Tag Archive: parenting styles


A Helipad What?

I learned something new yesterday. There is a new parenting term out in the world.

Helipad Parent.

While listening to Bill and Wendy on WGN yesterday, they had a woman come on who came up with something new that describes her style of parenting.

Which is not to denigrate those helicpter parents per se. This is what works for them but I wanted to raise children who are capable of taking care of themselves. So does Katie Slivovsky who works at the Chicago Children’s Museum.

Katie Slivovsky with Wendy Snyder and Bill Leff

Katie Slivovsky with Wendy Snyder and Bill Leff

Katie admits in an essay on www.Freerangekids.com that she does not have the attention span to be a helicopter mom. Lord knows, I do not. But she is a loving prescence in her kids life who makes them a priority and always tries to listen to what they have to say. Her goal is to raise kids who know what to do in tricky situations when Mom is not there. And when the going gets rough, they know they have some place to land.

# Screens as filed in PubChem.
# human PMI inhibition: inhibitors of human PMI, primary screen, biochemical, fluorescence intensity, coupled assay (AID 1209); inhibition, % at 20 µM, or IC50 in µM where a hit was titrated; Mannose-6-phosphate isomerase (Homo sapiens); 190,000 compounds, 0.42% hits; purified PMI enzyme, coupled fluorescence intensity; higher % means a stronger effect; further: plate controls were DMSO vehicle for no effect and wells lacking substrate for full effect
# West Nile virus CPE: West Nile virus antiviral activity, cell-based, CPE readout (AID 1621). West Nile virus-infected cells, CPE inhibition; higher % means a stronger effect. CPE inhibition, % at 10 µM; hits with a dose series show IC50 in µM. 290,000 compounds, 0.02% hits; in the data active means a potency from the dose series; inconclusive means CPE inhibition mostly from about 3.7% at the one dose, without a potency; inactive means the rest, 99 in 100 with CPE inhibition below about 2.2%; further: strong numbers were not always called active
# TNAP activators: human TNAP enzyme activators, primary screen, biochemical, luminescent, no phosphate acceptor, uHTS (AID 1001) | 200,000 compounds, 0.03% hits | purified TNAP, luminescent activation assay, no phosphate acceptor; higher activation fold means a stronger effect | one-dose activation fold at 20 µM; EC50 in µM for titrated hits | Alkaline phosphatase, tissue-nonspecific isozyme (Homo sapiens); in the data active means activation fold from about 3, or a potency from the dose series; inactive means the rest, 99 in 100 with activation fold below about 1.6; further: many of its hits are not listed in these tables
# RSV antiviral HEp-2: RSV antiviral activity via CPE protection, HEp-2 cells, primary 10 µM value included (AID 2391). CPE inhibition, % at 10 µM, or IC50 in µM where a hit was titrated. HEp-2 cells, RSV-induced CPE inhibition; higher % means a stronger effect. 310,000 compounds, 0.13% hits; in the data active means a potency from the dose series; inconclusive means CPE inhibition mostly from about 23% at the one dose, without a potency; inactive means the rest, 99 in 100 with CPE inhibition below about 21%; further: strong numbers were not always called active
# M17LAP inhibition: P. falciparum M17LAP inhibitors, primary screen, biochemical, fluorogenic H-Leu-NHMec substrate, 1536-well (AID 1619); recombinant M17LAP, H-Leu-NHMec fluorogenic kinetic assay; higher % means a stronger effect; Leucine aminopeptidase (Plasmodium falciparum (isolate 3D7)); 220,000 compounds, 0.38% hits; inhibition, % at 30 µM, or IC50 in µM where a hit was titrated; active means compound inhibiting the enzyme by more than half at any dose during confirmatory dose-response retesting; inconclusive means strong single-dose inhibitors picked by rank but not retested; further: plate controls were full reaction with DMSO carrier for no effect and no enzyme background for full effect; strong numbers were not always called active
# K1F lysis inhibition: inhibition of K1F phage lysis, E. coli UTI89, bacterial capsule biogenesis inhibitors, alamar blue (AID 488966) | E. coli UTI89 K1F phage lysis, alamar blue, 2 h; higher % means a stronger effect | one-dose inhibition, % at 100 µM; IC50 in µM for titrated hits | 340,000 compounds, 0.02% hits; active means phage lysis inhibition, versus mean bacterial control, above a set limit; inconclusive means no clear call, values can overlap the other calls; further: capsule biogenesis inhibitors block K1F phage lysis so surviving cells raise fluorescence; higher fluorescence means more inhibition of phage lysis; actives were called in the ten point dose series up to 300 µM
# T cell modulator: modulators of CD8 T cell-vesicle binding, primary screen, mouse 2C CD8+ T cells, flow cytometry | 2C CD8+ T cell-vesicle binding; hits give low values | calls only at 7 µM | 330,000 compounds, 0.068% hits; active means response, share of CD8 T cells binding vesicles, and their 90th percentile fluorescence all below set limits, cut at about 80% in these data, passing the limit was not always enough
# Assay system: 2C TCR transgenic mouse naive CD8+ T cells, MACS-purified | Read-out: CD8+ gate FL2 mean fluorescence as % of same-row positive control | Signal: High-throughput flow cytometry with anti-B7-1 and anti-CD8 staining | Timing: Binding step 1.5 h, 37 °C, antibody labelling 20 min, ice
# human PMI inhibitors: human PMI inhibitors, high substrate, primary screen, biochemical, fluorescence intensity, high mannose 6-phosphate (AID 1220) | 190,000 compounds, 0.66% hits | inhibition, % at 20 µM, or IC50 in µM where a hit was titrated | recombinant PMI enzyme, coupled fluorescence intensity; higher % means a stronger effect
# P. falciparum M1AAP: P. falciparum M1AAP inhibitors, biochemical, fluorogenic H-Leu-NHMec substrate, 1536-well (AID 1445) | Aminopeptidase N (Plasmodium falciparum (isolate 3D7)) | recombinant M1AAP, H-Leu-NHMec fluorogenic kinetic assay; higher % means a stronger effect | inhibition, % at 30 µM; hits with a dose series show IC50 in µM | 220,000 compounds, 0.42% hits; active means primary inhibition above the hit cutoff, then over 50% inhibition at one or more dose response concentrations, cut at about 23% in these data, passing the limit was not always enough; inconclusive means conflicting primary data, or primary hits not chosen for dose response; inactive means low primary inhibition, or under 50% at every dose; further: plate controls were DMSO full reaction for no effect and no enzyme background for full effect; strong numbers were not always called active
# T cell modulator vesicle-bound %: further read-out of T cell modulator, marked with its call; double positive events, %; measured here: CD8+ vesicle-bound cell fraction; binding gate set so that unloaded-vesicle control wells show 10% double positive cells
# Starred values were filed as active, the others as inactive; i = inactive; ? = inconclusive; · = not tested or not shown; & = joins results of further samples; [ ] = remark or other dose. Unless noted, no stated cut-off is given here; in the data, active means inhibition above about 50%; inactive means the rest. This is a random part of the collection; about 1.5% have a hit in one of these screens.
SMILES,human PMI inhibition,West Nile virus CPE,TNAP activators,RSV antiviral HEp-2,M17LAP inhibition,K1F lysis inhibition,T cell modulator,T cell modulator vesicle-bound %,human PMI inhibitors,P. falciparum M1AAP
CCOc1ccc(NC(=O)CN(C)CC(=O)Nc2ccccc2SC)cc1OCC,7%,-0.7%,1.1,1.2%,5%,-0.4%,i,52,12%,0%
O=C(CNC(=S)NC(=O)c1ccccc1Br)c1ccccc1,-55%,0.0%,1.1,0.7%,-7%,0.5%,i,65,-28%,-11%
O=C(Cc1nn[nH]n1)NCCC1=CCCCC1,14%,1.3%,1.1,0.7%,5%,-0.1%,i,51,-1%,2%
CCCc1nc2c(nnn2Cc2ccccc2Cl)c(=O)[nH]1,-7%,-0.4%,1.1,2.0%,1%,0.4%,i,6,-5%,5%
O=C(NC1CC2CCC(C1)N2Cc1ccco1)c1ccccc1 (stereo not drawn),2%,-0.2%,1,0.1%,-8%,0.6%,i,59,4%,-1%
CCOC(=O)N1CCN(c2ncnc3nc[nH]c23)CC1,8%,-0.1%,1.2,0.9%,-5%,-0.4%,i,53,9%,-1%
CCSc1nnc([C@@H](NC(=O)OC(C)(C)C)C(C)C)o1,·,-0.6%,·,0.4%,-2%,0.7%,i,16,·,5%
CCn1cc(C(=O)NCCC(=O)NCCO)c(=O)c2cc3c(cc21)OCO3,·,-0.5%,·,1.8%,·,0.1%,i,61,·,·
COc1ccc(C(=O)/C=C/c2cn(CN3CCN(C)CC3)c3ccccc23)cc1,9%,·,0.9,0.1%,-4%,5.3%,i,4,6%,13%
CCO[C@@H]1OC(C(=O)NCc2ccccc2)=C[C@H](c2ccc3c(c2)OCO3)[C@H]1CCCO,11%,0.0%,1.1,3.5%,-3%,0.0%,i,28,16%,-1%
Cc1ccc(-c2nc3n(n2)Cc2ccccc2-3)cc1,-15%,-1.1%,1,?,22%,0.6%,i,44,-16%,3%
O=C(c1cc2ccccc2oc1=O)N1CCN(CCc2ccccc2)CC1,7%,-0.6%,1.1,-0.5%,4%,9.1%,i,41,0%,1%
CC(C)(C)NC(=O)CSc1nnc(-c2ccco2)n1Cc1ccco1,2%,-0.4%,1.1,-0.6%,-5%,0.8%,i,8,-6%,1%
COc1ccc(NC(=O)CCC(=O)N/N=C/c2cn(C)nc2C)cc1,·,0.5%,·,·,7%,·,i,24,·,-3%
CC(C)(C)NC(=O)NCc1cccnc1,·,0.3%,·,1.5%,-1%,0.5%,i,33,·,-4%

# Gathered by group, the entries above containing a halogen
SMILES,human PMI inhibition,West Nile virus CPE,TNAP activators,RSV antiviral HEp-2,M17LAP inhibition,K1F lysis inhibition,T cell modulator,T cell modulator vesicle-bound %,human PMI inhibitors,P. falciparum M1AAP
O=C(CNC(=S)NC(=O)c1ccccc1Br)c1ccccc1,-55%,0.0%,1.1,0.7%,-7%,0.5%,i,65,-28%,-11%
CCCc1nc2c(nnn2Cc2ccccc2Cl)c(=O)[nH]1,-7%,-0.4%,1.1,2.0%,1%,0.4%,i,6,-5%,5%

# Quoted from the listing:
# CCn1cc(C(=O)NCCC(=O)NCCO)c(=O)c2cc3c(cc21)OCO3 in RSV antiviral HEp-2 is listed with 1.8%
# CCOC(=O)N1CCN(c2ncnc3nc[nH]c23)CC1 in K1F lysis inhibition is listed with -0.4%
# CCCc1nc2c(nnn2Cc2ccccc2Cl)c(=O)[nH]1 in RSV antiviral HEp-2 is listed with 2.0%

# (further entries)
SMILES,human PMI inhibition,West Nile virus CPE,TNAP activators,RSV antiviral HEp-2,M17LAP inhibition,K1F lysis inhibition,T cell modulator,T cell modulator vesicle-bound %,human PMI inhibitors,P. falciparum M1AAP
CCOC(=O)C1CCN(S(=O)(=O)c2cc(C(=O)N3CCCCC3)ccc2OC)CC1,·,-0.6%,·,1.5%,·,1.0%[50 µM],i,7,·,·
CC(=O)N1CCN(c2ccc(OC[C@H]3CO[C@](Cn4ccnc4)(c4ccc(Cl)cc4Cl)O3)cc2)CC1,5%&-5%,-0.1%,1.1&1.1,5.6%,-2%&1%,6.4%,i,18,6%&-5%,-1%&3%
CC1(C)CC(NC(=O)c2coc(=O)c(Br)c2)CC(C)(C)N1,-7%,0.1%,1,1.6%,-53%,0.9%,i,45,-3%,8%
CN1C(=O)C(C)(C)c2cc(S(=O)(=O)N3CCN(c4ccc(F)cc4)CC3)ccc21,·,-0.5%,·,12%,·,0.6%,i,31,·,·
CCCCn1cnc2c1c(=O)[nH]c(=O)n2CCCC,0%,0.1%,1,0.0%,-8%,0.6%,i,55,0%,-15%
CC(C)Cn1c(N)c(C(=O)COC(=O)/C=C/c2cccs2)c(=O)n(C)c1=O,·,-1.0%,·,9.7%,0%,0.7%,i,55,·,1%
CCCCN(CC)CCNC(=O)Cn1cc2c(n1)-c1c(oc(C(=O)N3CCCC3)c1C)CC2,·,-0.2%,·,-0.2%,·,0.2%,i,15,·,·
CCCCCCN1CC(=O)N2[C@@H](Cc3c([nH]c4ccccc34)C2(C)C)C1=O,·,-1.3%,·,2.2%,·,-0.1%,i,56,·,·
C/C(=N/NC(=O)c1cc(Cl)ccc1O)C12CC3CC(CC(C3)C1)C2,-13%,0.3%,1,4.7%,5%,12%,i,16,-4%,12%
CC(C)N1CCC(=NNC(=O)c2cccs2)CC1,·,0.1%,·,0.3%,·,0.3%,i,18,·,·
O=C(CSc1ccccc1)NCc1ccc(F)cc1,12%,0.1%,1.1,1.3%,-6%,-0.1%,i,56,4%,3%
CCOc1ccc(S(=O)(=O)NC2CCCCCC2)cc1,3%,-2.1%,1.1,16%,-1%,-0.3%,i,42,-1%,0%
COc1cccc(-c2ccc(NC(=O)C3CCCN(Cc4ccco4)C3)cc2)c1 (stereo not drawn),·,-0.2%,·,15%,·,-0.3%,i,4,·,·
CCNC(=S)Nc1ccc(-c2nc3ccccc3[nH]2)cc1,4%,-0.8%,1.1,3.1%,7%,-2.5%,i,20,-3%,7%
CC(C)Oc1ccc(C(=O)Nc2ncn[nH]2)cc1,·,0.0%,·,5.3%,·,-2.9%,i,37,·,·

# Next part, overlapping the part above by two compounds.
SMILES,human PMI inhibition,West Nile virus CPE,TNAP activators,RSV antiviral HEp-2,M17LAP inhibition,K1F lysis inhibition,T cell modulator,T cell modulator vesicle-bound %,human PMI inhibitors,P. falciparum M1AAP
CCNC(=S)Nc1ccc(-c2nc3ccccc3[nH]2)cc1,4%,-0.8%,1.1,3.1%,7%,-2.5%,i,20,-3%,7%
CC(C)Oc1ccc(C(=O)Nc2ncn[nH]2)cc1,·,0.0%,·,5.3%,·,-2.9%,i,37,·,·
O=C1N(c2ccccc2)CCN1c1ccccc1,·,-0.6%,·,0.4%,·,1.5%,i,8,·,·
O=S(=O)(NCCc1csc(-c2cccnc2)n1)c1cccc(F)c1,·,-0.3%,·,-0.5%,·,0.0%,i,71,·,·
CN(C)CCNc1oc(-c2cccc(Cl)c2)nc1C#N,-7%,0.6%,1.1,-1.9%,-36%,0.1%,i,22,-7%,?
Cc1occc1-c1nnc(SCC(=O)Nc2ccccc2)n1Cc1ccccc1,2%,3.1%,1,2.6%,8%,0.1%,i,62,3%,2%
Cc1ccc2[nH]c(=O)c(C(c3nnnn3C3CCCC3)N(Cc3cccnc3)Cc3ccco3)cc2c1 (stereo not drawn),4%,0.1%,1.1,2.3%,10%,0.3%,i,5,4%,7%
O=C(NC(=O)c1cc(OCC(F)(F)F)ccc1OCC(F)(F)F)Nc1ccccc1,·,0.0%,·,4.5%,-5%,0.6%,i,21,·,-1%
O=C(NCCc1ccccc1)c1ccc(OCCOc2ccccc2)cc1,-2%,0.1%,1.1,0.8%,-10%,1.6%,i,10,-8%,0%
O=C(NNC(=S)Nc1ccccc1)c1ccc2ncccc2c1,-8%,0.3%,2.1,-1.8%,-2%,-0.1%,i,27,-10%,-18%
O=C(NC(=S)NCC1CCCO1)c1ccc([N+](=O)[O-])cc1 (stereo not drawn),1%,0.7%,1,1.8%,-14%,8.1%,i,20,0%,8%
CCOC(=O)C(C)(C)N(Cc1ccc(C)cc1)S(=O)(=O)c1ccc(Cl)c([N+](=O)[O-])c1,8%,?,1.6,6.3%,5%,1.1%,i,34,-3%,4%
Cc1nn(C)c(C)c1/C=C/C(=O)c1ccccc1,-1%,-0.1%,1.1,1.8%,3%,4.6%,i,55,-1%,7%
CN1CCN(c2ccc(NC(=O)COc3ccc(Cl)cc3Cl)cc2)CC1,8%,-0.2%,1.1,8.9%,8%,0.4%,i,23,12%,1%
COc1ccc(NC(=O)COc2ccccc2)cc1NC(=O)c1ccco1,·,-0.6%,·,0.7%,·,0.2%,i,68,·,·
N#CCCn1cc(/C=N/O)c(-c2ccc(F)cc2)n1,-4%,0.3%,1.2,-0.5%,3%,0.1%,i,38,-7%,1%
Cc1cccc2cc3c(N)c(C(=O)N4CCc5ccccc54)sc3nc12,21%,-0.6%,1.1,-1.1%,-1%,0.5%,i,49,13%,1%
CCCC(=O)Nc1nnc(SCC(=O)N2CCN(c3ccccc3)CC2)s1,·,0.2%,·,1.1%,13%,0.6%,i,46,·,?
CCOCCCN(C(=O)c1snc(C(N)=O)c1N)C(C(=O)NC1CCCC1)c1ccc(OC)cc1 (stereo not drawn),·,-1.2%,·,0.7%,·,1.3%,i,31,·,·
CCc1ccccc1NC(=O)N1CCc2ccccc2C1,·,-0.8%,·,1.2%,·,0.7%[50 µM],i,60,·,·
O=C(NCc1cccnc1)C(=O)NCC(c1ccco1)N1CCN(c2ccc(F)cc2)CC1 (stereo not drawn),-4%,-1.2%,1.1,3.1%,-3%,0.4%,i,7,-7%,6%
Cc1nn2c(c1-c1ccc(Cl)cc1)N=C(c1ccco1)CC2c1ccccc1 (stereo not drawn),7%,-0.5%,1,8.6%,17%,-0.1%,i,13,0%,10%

There are times when Katie admits that she can seem to be an unattentive parent. Such as when she completely missed the signs that her daughter might be diabetic. Personally, I might have missed that too if this is not something common in my family. I have a heightened awareness, she might not. I don’t think there is a need to kick her in the shins for that one.

The point here is not to look at helicopter parents and say “you’re doing it all wrong,” even if you think that. Which I do because I want my kids to be able to live and make decisions and learn from their mistakes while I am around to help them figure out a better way. The point is to say that there is this whole other way to do it. That you have to allow some hurts and failures and a soft place to land when wounds need licking.

Way back in high school and college, we studied different styles of parenting, one of which was called the Laissez-faire method. Which essentially means you let the kids do what they want, starting at a small age. While it certainly led to a child making mistakes to learn from, the problem is there are no rules as a guideline. That is not what Helipad parenting is about.